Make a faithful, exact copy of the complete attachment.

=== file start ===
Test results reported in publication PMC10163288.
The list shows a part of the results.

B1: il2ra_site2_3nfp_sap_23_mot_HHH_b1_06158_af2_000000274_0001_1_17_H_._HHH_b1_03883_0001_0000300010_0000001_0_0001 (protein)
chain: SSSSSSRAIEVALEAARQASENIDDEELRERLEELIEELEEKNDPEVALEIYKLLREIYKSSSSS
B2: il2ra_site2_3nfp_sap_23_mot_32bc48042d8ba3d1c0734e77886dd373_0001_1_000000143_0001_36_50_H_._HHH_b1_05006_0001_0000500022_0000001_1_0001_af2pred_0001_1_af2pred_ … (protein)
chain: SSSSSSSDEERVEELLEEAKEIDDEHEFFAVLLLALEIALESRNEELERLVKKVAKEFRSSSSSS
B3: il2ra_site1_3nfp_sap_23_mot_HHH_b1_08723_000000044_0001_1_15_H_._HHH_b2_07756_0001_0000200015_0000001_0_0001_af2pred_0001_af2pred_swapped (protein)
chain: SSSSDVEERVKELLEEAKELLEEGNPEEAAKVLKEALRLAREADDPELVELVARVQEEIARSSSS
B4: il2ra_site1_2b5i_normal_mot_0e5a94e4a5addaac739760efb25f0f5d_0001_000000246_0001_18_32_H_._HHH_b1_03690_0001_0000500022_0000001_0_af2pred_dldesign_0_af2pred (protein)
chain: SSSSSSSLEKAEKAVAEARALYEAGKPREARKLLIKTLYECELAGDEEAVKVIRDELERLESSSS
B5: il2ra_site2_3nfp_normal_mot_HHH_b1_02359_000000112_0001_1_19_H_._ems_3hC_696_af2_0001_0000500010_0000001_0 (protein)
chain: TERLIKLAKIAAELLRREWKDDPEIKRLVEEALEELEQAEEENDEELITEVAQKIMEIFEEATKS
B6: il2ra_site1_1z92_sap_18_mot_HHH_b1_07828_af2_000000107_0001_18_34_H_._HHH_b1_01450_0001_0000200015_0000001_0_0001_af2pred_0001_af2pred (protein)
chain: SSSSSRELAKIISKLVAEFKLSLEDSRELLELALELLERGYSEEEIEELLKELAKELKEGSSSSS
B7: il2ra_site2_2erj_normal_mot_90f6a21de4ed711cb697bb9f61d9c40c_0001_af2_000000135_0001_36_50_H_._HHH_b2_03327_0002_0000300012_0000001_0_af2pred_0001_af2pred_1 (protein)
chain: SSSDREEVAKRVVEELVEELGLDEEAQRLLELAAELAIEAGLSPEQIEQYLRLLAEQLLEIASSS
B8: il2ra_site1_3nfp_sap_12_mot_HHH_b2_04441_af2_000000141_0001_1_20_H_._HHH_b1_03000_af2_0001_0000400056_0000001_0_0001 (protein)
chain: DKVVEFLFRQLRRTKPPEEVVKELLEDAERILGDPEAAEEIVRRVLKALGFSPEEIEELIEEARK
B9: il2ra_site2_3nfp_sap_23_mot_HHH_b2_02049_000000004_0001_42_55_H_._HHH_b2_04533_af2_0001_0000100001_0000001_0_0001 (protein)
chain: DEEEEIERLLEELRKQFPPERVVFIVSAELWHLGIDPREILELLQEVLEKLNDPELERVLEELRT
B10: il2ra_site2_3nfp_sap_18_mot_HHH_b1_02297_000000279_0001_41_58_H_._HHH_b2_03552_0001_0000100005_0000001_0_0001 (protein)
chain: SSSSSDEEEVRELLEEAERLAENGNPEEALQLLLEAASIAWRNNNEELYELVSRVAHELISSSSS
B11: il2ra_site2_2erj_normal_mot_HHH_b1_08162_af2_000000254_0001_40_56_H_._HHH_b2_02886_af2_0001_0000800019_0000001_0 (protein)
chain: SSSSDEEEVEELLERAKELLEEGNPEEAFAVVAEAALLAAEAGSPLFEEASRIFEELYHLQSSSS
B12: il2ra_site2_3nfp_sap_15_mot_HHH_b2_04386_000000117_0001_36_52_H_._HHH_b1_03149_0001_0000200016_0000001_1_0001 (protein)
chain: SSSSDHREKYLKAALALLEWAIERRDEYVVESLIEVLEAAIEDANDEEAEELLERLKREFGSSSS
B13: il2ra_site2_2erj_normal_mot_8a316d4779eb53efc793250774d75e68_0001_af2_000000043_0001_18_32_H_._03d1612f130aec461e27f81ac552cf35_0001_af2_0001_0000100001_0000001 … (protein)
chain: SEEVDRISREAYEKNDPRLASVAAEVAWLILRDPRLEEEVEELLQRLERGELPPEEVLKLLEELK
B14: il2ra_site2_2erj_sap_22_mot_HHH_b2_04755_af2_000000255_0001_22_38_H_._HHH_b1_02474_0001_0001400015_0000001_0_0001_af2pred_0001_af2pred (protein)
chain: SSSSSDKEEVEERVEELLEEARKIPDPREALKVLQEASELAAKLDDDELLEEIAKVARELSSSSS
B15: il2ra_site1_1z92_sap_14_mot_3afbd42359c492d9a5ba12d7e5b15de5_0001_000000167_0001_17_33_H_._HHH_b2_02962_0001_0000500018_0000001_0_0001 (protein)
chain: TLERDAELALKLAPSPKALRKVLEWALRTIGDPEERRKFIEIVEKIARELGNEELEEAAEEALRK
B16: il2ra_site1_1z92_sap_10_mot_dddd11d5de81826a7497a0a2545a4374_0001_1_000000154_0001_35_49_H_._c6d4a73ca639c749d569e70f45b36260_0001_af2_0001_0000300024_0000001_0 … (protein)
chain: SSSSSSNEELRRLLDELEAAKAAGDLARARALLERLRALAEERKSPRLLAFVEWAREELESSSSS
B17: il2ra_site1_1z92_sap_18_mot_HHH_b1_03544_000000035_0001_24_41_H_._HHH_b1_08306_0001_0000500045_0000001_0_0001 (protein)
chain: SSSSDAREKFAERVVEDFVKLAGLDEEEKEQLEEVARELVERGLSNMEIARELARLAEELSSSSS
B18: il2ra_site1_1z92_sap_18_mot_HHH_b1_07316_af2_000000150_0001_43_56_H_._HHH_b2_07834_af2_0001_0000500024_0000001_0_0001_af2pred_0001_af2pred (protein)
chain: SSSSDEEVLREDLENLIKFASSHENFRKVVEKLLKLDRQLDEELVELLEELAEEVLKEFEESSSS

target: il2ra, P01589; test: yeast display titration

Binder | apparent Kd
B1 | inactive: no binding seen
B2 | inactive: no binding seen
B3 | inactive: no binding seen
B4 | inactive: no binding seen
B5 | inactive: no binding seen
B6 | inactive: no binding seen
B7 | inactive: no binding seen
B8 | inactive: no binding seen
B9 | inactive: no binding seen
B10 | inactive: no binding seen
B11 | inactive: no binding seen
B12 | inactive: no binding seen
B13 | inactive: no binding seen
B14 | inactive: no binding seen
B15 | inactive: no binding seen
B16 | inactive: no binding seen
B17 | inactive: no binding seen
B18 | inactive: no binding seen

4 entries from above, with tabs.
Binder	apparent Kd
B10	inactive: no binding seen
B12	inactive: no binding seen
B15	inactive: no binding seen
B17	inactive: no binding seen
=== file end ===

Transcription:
Test results reported in publication PMC10163288.
The list shows a part of the results.

B1: il2ra_site2_3nfp_sap_23_mot_HHH_b1_06158_af2_000000274_0001_1_17_H_._HHH_b1_03883_0001_0000300010_0000001_0_0001 (protein)
chain: SSSSSSRAIEVALEAARQASENIDDEELRERLEELIEELEEKNDPEVALEIYKLLREIYKSSSSS
B2: il2ra_site2_3nfp_sap_23_mot_32bc48042d8ba3d1c0734e77886dd373_0001_1_000000143_0001_36_50_H_._HHH_b1_05006_0001_0000500022_0000001_1_0001_af2pred_0001_1_af2pred_ … (protein)
chain: SSSSSSSDEERVEELLEEAKEIDDEHEFFAVLLLALEIALESRNEELERLVKKVAKEFRSSSSSS
B3: il2ra_site1_3nfp_sap_23_mot_HHH_b1_08723_000000044_0001_1_15_H_._HHH_b2_07756_0001_0000200015_0000001_0_0001_af2pred_0001_af2pred_swapped (protein)
chain: SSSSDVEERVKELLEEAKELLEEGNPEEAAKVLKEALRLAREADDPELVELVARVQEEIARSSSS
B4: il2ra_site1_2b5i_normal_mot_0e5a94e4a5addaac739760efb25f0f5d_0001_000000246_0001_18_32_H_._HHH_b1_03690_0001_0000500022_0000001_0_af2pred_dldesign_0_af2pred (protein)
chain: SSSSSSSLEKAEKAVAEARALYEAGKPREARKLLIKTLYECELAGDEEAVKVIRDELERLESSSS
B5: il2ra_site2_3nfp_normal_mot_HHH_b1_02359_000000112_0001_1_19_H_._ems_3hC_696_af2_0001_0000500010_0000001_0 (protein)
chain: TERLIKLAKIAAELLRREWKDDPEIKRLVEEALEELEQAEEENDEELITEVAQKIMEIFEEATKS
B6: il2ra_site1_1z92_sap_18_mot_HHH_b1_07828_af2_000000107_0001_18_34_H_._HHH_b1_01450_0001_0000200015_0000001_0_0001_af2pred_0001_af2pred (protein)
chain: SSSSSRELAKIISKLVAEFKLSLEDSRELLELALELLERGYSEEEIEELLKELAKELKEGSSSSS
B7: il2ra_site2_2erj_normal_mot_90f6a21de4ed711cb697bb9f61d9c40c_0001_af2_000000135_0001_36_50_H_._HHH_b2_03327_0002_0000300012_0000001_0_af2pred_0001_af2pred_1 (protein)
chain: SSSDREEVAKRVVEELVEELGLDEEAQRLLELAAELAIEAGLSPEQIEQYLRLLAEQLLEIASSS
B8: il2ra_site1_3nfp_sap_12_mot_HHH_b2_04441_af2_000000141_0001_1_20_H_._HHH_b1_03000_af2_0001_0000400056_0000001_0_0001 (protein)
chain: DKVVEFLFRQLRRTKPPEEVVKELLEDAERILGDPEAAEEIVRRVLKALGFSPEEIEELIEEARK
B9: il2ra_site2_3nfp_sap_23_mot_HHH_b2_02049_000000004_0001_42_55_H_._HHH_b2_04533_af2_0001_0000100001_0000001_0_0001 (protein)
chain: DEEEEIERLLEELRKQFPPERVVFIVSAELWHLGIDPREILELLQEVLEKLNDPELERVLEELRT
B10: il2ra_site2_3nfp_sap_18_mot_HHH_b1_02297_000000279_0001_41_58_H_._HHH_b2_03552_0001_0000100005_0000001_0_0001 (protein)
chain: SSSSSDEEEVRELLEEAERLAENGNPEEALQLLLEAASIAWRNNNEELYELVSRVAHELISSSSS
B11: il2ra_site2_2erj_normal_mot_HHH_b1_08162_af2_000000254_0001_40_56_H_._HHH_b2_02886_af2_0001_0000800019_0000001_0 (protein)
chain: SSSSDEEEVEELLERAKELLEEGNPEEAFAVVAEAALLAAEAGSPLFEEASRIFEELYHLQSSSS
B12: il2ra_site2_3nfp_sap_15_mot_HHH_b2_04386_000000117_0001_36_52_H_._HHH_b1_03149_0001_0000200016_0000001_1_0001 (protein)
chain: SSSSDHREKYLKAALALLEWAIERRDEYVVESLIEVLEAAIEDANDEEAEELLERLKREFGSSSS
B13: il2ra_site2_2erj_normal_mot_8a316d4779eb53efc793250774d75e68_0001_af2_000000043_0001_18_32_H_._03d1612f130aec461e27f81ac552cf35_0001_af2_0001_0000100001_0000001 … (protein)
chain: SEEVDRISREAYEKNDPRLASVAAEVAWLILRDPRLEEEVEELLQRLERGELPPEEVLKLLEELK
B14: il2ra_site2_2erj_sap_22_mot_HHH_b2_04755_af2_000000255_0001_22_38_H_._HHH_b1_02474_0001_0001400015_0000001_0_0001_af2pred_0001_af2pred (protein)
chain: SSSSSDKEEVEERVEELLEEARKIPDPREALKVLQEASELAAKLDDDELLEEIAKVARELSSSSS
B15: il2ra_site1_1z92_sap_14_mot_3afbd42359c492d9a5ba12d7e5b15de5_0001_000000167_0001_17_33_H_._HHH_b2_02962_0001_0000500018_0000001_0_0001 (protein)
chain: TLERDAELALKLAPSPKALRKVLEWALRTIGDPEERRKFIEIVEKIARELGNEELEEAAEEALRK
B16: il2ra_site1_1z92_sap_10_mot_dddd11d5de81826a7497a0a2545a4374_0001_1_000000154_0001_35_49_H_._c6d4a73ca639c749d569e70f45b36260_0001_af2_0001_0000300024_0000001_0 … (protein)
chain: SSSSSSNEELRRLLDELEAAKAAGDLARARALLERLRALAEERKSPRLLAFVEWAREELESSSSS
B17: il2ra_site1_1z92_sap_18_mot_HHH_b1_03544_000000035_0001_24_41_H_._HHH_b1_08306_0001_0000500045_0000001_0_0001 (protein)
chain: SSSSDAREKFAERVVEDFVKLAGLDEEEKEQLEEVARELVERGLSNMEIARELARLAEELSSSSS
B18: il2ra_site1_1z92_sap_18_mot_HHH_b1_07316_af2_000000150_0001_43_56_H_._HHH_b2_07834_af2_0001_0000500024_0000001_0_0001_af2pred_0001_af2pred (protein)
chain: SSSSDEEVLREDLENLIKFASSHENFRKVVEKLLKLDRQLDEELVELLEELAEEVLKEFEESSSS

target: il2ra, P01589; test: yeast display titration

Binder | apparent Kd
B1 | inactive: no binding seen
B2 | inactive: no binding seen
B3 | inactive: no binding seen
B4 | inactive: no binding seen
B5 | inactive: no binding seen
B6 | inactive: no binding seen
B7 | inactive: no binding seen
B8 | inactive: no binding seen
B9 | inactive: no binding seen
B10 | inactive: no binding seen
B11 | inactive: no binding seen
B12 | inactive: no binding seen
B13 | inactive: no binding seen
B14 | inactive: no binding seen
B15 | inactive: no binding seen
B16 | inactive: no binding seen
B17 | inactive: no binding seen
B18 | inactive: no binding seen

4 entries from above, with tabs.
Binder	apparent Kd
B10	inactive: no binding seen
B12	inactive: no binding seen
B15	inactive: no binding seen
B17	inactive: no binding seen